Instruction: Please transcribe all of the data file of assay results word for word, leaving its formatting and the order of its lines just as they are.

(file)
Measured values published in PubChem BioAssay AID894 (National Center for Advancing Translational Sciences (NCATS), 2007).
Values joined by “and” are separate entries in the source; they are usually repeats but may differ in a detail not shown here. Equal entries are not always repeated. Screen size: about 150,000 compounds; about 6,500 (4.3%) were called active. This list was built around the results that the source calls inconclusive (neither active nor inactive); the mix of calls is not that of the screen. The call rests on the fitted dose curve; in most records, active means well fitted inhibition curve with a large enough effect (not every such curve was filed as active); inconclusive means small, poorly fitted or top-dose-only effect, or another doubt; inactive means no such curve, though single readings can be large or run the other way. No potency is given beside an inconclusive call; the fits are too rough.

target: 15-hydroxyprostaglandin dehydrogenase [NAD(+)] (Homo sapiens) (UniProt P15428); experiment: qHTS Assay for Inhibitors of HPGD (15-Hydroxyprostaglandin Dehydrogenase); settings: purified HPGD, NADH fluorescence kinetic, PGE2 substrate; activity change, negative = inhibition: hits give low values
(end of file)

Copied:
Measured values published in PubChem BioAssay AID894 (National Center for Advancing Translational Sciences (NCATS), 2007).
Values joined by “and” are separate entries in the source; they are usually repeats but may differ in a detail not shown here. Equal entries are not always repeated. Screen size: about 150,000 compounds; about 6,500 (4.3%) were called active. This list was built around the results that the source calls inconclusive (neither active nor inactive); the mix of calls is not that of the screen. The call rests on the fitted dose curve; in most records, active means well fitted inhibition curve with a large enough effect (not every such curve was filed as active); inconclusive means small, poorly fitted or top-dose-only effect, or another doubt; inactive means no such curve, though single readings can be large or run the other way. No potency is given beside an inconclusive call; the fits are too rough.

target: 15-hydroxyprostaglandin dehydrogenase [NAD(+)] (Homo sapiens) (UniProt P15428); experiment: qHTS Assay for Inhibitors of HPGD (15-Hydroxyprostaglandin Dehydrogenase); settings: purified HPGD, NADH fluorescence kinetic, PGE2 substrate; activity change, negative = inhibition: hits give low values